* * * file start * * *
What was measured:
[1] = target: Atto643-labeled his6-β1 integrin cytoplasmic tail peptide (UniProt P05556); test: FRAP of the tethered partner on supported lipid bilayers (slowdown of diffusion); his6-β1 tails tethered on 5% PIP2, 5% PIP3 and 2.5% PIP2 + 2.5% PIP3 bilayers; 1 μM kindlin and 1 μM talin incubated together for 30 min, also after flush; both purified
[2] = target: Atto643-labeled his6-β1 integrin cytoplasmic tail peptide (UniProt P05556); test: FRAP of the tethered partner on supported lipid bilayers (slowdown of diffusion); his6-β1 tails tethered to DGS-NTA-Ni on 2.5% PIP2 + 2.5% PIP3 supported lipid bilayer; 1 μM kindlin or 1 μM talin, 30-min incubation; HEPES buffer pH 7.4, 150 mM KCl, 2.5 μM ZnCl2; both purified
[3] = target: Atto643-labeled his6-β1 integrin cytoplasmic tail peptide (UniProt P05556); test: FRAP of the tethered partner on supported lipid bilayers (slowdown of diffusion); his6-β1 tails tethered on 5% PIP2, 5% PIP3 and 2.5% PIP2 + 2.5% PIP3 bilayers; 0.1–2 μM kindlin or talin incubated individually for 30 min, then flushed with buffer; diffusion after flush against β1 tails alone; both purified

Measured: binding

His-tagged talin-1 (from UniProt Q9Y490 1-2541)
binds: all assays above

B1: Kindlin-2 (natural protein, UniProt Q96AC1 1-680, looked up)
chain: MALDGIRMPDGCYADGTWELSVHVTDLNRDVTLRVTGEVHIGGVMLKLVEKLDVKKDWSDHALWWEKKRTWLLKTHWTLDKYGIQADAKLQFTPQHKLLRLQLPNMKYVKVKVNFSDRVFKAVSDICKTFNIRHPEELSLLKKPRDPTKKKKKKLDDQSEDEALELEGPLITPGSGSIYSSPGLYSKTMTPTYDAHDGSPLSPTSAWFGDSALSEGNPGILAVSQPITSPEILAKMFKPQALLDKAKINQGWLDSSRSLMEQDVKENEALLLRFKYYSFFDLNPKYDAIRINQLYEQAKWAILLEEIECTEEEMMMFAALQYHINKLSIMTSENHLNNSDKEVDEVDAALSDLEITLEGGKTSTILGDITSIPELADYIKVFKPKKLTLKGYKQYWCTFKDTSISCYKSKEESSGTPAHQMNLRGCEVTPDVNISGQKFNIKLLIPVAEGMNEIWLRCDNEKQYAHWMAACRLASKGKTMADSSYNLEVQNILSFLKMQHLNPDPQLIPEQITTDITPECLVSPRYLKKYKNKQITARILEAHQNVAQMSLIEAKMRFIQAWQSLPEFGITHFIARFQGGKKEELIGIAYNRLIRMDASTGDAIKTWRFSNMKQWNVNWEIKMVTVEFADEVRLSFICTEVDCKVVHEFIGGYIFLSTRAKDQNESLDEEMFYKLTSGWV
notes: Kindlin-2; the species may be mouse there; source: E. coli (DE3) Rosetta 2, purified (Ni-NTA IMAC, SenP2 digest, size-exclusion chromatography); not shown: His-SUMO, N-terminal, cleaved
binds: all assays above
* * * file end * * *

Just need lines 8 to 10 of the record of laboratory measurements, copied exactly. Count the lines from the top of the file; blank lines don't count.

B1: Kindlin-2 (natural protein, UniProt Q96AC1 1-680, looked up)
chain: MALDGIRMPDGCYADGTWELSVHVTDLNRDVTLRVTGEVHIGGVMLKLVEKLDVKKDWSDHALWWEKKRTWLLKTHWTLDKYGIQADAKLQFTPQHKLLRLQLPNMKYVKVKVNFSDRVFKAVSDICKTFNIRHPEELSLLKKPRDPTKKKKKKLDDQSEDEALELEGPLITPGSGSIYSSPGLYSKTMTPTYDAHDGSPLSPTSAWFGDSALSEGNPGILAVSQPITSPEILAKMFKPQALLDKAKINQGWLDSSRSLMEQDVKENEALLLRFKYYSFFDLNPKYDAIRINQLYEQAKWAILLEEIECTEEEMMMFAALQYHINKLSIMTSENHLNNSDKEVDEVDAALSDLEITLEGGKTSTILGDITSIPELADYIKVFKPKKLTLKGYKQYWCTFKDTSISCYKSKEESSGTPAHQMNLRGCEVTPDVNISGQKFNIKLLIPVAEGMNEIWLRCDNEKQYAHWMAACRLASKGKTMADSSYNLEVQNILSFLKMQHLNPDPQLIPEQITTDITPECLVSPRYLKKYKNKQITARILEAHQNVAQMSLIEAKMRFIQAWQSLPEFGITHFIARFQGGKKEELIGIAYNRLIRMDASTGDAIKTWRFSNMKQWNVNWEIKMVTVEFADEVRLSFICTEVDCKVVHEFIGGYIFLSTRAKDQNESLDEEMFYKLTSGWV
notes: Kindlin-2; the species may be mouse there; source: E. coli (DE3) Rosetta 2, purified (Ni-NTA IMAC, SenP2 digest, size-exclusion chromatography); not shown: His-SUMO, N-terminal, cleaved